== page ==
High School Students Get a Peek at Law School During BLSA Week
Five law students sat in a row at the front of the classroom, ably fielding a barrage of questions posed by a group of about 30 high school students.
How much does law school cost?
How do you pay for that?
What kind of law do each of you study?
When you were in high school, what did you get on the ACT?
The students, from South Shore International College Prepatory High School, visited the Law School on Feb. 22, during Black Law Students Association (BLSA) Week. They came to learn more about law school and to meet minority law students, like the ones who sat on the panel.
“The most important thing is to make sure you do well in school,” said Kevin Waklatsi, ’14, BLSA president.
But, added Michelle Mbekeani, ’14, “even if you don’t do well, college is a fresh start.”
The Q-and-A session capped a day of activities for the three dozen freshmen and sophomores, who are visiting several colleges and universities to learn about opportunities in higher education, said Scenecia Curtis, their teacher.
“Some students have never even been in a university, and they don’t know what the life is like,” she said, and trips to places like the Law School can make some of the students’ big dreams seem more attainable.
South Shore International is just one of several high schools that BLSA has hosted at the Law School this year, Waklatsi said. By summer, BLSA will have hosted 20 or so schools from the South Side, whose students are mostly minorities. The organization has done this in partnership with the University’s Office of Civic Engagement and Shaz Rasul, the director of Neighborhood Relations and Education, who has been instrumental in supporting the program, Waklatsi said.
“The most important thing was to have African-American students in law school interact with high school students, and be role models,” Waklatsi said. When he was growing up, he said, he didn’t know lawyers; it would have been especially nice to know lawyers of color. BLSA has received letters from students who have already visited and said that, while they never thought about law school before, they do now.
“Being that example for kids is very helpful,” Waklatsi said.
The South Shore Prep field trip included tours of the Law School and a viewing of part of the PBS documentary, Eyes on the Prize, about the civil rights struggle in America. The students watched a section on protests in Albany, Georgia, and Birmingham, Alabama, in the 1960s, which showed young black people singing songs of resistance as white police officers hauled them into paddywagons.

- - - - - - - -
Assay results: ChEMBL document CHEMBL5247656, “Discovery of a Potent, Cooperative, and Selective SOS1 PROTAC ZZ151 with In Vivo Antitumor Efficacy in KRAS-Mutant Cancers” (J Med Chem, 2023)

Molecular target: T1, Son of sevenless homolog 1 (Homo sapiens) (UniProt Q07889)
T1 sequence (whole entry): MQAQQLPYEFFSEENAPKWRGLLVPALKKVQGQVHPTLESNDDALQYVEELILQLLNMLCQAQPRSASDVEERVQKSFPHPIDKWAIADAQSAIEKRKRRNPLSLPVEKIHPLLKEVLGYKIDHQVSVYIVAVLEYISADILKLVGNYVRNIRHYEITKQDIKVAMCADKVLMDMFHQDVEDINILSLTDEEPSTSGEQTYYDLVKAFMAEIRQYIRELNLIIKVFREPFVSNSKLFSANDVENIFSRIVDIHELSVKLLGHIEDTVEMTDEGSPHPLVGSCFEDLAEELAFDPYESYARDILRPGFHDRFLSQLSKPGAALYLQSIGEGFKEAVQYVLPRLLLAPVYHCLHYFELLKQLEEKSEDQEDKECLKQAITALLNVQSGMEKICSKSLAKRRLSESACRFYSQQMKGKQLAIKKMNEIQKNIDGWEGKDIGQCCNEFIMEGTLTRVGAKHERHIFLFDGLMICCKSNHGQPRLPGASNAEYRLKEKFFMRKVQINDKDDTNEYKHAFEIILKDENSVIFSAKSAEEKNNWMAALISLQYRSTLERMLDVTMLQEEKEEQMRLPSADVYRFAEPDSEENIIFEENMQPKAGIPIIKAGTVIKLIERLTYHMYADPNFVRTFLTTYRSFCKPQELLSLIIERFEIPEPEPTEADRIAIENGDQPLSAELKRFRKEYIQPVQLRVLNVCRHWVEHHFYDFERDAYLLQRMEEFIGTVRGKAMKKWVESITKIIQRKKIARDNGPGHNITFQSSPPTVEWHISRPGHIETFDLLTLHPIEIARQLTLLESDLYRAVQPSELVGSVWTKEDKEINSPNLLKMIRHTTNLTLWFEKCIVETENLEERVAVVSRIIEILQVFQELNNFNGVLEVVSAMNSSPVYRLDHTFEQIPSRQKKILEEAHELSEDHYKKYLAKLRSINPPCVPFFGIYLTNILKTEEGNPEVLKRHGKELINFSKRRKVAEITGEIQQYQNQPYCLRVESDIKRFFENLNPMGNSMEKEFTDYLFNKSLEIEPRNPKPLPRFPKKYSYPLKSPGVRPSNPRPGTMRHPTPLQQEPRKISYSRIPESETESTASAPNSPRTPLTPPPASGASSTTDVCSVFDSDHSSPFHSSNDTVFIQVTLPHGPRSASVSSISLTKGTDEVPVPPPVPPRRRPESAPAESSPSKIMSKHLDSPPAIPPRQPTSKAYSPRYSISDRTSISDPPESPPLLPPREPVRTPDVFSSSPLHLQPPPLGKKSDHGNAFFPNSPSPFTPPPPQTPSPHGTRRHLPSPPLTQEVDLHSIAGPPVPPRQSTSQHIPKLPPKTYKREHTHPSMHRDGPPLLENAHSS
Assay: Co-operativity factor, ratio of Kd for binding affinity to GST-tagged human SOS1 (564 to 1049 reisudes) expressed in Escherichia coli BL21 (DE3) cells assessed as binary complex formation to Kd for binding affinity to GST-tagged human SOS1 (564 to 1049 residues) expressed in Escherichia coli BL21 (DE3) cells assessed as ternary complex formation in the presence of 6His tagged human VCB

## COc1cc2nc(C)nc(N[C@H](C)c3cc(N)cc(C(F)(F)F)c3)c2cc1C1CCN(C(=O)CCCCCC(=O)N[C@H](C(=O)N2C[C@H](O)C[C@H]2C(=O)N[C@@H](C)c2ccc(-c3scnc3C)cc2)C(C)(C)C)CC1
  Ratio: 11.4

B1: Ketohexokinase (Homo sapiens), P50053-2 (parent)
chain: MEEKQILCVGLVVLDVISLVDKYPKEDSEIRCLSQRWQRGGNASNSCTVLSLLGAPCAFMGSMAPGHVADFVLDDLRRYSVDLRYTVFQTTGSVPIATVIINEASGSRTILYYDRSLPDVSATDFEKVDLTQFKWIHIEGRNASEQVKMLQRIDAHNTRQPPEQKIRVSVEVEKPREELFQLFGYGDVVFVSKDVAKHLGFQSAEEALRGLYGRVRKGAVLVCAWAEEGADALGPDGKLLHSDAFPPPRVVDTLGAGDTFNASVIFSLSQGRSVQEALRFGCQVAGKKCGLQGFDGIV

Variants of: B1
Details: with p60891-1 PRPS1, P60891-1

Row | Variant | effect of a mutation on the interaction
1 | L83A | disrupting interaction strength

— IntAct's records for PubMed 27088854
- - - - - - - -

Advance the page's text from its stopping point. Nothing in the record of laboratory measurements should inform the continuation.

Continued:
The documentary is shown because many schools no longer have funding for Black History Month programming, Waklatsi said. And the segment chosen depicts teenagers peacefully marching and protesting, which shows “you’re never too young to be able to do something.”
On a tour led by David Dormon, ’14, BLSA’s community service chair, students learned the basics of law school, from the LSAT to legal terms such as “torts” to the many career paths available to lawyers. He offered a straightforward definition of the Socratic method: “The professor puts you on the spot.” He showed them the classroom where President Barack Obama used to teach Constitutional Law.
When Dormon asked the students how many wanted to be a lawyer someday, six or seven hands shot up.
One of them belonged to Chanze Crosby, 16, who told another student during the tour: “I like this college. I may consider going here.”
Later, Chanze said he really wants to be a police officer, “to make sure the streets are a safer place,” but he wants to get at least a four-year degree first.
A small group of students broke away from their classmates to interview Clinical Professor Herschella Conyers of the Criminal and Juvenile Justice Project. They set up a camera in a conference room to ask her questions about the cause of violence in Chicago for a documentary they’re producing.
Back on the panel, the high school students received a lot of encouragement from the law students, who told them that they can have bright futures, no matter the challenges they face. These students must know they can go to college, and even law school, if they put their minds to it, Dormon said.
“We’re this amazing institution in the middle of an area that has a lot of need. Why not expand and expose these opportunities to these kids?”